The Slasher marathon continues with Hide and Go Shriek. This movie is a long running joke between myself and Tim Gross from Gross Movie Reviews. Years ago, I asked him what VHS tape I should buy from the piles that he was selling at a Cinema Wasteland and he pulled this movie from the box and suggested it. I absolutely hated it and haven’t let him forget about it since. But it is a Slasher and I haven’t watched it yet for the Blog, so I guess I need to dive back in and check out the only horror movie I’ve ever seen set in a furniture store.
Things start of a guy shaving and putting on makeup. We don’t see his face, but clearly, he is being setup as our killer. He picks up a hooker and kills her. Now that we know something is up we are introduced to eight friends who have just graduated high school. They are headed off to the furniture store owned by one of their families to spend the night partying without interruption. Yeah, they are going to get interrupted by the killer for sure.
The kids run around the enormous store that looks more like a multilevel warehouse complete with freight elevator. They drink, get naked, do naughty stuff, and other things that normally get you killed off in a Slasher flick. After way too long, the killer starts to murder them in increasingly interesting ways. That isn’t meant as a compliment since the first couple of kills are sort of boring. More on that later. Eventually they figure out someone is killing their friends and think that it must be the creepy ex-con Fred. But is it? Come on he is such an obvious suspect that it can’t be… and isn’t.
Honestly this isn’t as bad as I thought it was the last time that I watched it. I just sat thru Humongous the night before watching Hide and Go Shriek. While I thought nothing happened in this movie and it was boring having Humongous fresh in my mind I realize that isn’t the case. It takes far too long for the kills to start in Hide and Go Shriek, but the last half hour of the movie is pretty entertaining. There is some stalking, the killer gets a couple funny moments taunting them into running around the store. The movie also gives us a lot of nudity and “frolicking” between the cast members before they meet their demise. There are some traditional Slasher movie tropes here to enjoy which is more than I can say about Humongous and Island of Blood, the last two flicks I watched for the Slasher marathon.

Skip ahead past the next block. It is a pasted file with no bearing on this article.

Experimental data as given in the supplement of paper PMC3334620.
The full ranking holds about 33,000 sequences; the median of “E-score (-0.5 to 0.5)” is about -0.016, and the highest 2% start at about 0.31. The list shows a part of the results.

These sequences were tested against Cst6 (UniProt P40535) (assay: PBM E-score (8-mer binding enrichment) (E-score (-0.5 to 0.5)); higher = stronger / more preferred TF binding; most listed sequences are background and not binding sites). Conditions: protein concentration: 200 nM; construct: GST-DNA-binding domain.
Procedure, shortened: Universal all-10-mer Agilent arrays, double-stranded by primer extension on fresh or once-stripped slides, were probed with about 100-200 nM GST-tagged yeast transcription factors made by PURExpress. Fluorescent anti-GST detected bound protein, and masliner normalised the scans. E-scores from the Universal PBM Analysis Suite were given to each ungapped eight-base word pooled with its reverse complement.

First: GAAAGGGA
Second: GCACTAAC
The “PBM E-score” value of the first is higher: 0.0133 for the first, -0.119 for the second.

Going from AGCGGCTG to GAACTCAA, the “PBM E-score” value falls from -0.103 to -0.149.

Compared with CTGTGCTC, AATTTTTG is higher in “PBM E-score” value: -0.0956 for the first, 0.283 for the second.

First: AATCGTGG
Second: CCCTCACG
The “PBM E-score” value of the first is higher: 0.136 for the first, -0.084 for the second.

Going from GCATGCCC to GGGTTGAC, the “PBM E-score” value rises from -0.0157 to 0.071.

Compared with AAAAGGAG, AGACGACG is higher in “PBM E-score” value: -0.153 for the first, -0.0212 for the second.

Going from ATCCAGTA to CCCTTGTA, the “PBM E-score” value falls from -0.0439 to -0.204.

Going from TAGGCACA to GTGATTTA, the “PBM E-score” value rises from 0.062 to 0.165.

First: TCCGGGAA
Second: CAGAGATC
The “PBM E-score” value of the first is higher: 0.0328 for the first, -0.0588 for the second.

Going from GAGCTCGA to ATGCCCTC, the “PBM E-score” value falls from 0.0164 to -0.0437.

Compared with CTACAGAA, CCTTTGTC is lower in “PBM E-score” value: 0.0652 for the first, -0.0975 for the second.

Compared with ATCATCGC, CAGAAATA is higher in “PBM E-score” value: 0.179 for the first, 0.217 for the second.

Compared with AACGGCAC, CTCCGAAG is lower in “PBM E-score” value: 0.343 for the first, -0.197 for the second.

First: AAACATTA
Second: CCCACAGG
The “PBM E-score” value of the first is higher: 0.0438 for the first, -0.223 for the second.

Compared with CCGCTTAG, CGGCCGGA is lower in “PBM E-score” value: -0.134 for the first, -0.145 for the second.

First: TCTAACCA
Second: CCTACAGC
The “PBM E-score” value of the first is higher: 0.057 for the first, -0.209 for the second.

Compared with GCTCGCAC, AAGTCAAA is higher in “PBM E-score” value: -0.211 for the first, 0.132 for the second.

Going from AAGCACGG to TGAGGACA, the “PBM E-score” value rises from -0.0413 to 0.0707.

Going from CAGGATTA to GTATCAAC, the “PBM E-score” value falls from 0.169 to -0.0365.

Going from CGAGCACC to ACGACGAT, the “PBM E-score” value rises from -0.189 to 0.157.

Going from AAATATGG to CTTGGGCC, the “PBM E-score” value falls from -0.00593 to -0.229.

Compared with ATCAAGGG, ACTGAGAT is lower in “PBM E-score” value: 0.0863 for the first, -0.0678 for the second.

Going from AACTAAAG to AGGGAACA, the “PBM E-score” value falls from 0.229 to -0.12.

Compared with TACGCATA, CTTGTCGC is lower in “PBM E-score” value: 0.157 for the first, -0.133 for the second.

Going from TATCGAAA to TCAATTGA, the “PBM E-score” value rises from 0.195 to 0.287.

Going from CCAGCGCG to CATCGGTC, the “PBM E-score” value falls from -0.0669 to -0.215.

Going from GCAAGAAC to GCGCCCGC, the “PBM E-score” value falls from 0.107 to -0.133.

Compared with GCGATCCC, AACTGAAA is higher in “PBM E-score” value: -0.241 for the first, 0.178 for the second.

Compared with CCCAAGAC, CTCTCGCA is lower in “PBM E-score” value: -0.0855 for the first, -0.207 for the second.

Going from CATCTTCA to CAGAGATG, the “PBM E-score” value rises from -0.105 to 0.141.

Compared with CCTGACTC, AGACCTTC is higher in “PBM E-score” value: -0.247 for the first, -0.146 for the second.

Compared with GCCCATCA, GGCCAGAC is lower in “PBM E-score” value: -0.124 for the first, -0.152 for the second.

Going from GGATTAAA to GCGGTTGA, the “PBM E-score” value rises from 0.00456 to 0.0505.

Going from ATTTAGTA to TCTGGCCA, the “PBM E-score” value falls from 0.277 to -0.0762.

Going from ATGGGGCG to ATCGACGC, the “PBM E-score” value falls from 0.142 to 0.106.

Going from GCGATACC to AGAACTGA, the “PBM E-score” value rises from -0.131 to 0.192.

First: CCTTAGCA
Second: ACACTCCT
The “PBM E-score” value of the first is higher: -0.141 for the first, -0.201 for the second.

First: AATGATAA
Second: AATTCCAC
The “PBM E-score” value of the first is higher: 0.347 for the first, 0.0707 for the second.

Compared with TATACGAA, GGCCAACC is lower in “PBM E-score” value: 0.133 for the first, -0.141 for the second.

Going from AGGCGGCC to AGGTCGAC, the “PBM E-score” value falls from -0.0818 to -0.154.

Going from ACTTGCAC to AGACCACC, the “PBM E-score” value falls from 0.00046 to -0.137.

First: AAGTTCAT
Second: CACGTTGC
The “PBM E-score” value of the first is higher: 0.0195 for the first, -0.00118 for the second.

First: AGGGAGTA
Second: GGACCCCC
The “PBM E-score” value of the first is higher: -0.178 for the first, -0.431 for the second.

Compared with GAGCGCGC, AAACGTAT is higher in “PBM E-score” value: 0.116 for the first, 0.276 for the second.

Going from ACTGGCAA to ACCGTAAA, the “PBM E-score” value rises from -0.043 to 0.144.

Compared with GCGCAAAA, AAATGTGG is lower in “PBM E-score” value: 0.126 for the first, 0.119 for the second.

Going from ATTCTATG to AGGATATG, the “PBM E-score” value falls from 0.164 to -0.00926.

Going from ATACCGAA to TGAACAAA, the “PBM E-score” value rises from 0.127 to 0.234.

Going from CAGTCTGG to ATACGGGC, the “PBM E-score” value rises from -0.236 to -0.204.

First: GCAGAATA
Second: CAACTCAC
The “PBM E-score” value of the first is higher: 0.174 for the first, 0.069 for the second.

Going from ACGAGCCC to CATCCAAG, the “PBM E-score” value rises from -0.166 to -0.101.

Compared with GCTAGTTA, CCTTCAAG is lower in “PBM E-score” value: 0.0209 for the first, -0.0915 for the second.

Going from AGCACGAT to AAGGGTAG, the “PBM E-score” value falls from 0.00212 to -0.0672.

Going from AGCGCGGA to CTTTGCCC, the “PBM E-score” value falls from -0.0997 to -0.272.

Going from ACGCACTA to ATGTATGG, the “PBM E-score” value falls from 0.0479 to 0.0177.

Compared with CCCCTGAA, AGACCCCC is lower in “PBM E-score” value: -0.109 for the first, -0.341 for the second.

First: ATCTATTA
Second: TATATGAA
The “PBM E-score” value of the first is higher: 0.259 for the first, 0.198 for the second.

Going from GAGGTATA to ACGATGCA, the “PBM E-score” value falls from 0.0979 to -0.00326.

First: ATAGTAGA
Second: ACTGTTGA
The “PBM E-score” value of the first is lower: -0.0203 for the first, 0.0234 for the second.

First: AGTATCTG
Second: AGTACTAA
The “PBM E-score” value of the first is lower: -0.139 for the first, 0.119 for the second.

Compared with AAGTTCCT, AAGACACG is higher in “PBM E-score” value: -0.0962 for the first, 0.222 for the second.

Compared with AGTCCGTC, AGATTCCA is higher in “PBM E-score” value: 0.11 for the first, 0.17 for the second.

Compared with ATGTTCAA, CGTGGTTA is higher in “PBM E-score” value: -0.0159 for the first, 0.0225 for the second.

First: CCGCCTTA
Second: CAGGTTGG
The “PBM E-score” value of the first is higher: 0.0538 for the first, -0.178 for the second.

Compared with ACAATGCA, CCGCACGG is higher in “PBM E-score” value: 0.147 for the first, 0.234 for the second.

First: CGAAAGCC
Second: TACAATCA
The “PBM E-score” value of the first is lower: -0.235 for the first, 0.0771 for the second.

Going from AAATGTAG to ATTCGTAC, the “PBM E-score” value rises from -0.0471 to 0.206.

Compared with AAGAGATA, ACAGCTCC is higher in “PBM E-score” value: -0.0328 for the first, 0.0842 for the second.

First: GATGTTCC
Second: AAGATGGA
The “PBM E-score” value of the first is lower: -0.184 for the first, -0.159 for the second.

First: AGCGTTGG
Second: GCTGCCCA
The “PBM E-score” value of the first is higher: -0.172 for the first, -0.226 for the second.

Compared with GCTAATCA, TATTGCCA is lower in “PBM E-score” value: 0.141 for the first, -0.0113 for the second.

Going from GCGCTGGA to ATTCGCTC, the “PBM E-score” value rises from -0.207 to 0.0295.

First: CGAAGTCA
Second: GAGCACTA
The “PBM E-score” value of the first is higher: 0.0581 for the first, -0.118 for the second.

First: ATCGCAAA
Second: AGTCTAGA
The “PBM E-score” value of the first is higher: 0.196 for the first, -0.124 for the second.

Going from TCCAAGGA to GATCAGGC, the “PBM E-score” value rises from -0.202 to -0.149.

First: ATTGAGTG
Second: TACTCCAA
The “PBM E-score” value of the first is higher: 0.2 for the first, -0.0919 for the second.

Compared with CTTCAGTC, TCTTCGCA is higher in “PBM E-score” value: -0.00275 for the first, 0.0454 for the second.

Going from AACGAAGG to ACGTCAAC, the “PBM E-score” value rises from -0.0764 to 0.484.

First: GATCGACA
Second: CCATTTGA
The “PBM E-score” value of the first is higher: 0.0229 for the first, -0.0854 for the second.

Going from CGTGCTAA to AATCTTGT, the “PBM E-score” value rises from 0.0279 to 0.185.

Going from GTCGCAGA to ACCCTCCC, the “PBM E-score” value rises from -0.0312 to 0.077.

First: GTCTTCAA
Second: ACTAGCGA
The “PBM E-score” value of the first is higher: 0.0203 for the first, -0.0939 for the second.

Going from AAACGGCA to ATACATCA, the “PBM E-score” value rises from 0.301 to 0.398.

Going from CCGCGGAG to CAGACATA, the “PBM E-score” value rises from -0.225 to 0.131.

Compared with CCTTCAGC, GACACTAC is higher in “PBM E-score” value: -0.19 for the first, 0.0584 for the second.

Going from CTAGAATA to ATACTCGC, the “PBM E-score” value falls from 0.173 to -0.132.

|Watch the movie and you will understand this picture!|
That said I have a couple of beefs with the movie. First is the fact that they broke the cardinal rule. Of all the Slasher movies that I’ve watched I don’t think I’ve ever seen one that leaves so many characters alive at the end. Of the eight kids that go into the store four of them live! That isn’t nearly the body count that I want in a movie like this. Trim the slow middle part of the movie and kill off another couple kids! The other issue is I don’t like the twist with the killer. Without spoilers the killer’s motivations are a bit wonky and dumb. I love how he is portrayed on screen, but wish they gave him better motivation for the killing.
Finally, we get to the gore. For most of the movie there really isn’t much. There is a stabbing, a mannequin arm thru the chest, and a spike tossing that all happen off screen with a bit of blood trickling out of the mouth. Being made in the late eighties I’m assuming they didn’t want to push their luck and get it cut anyway. But I still find this disappointing. But Hide and Go Shriek does have that one signature kill that they do a decent job with. Decapitation by elevator onscreen complete with a latex noggin’ rolling around. Now that was pretty cool.
I still don’t love Hide and Go Shriek, but it isn’t nearly as bad as I remember it. Then again, my opinion might be different because I subjected myself to so many terrible movies since watching this the first time. If you are looking to watch a Slasher movie and have seen most of the top tier flicks like Friday the 13th and the Burning then this one is maybe worth checking out. Not as good as those but worth a watch.
© Copyright 2018 John Shatzer
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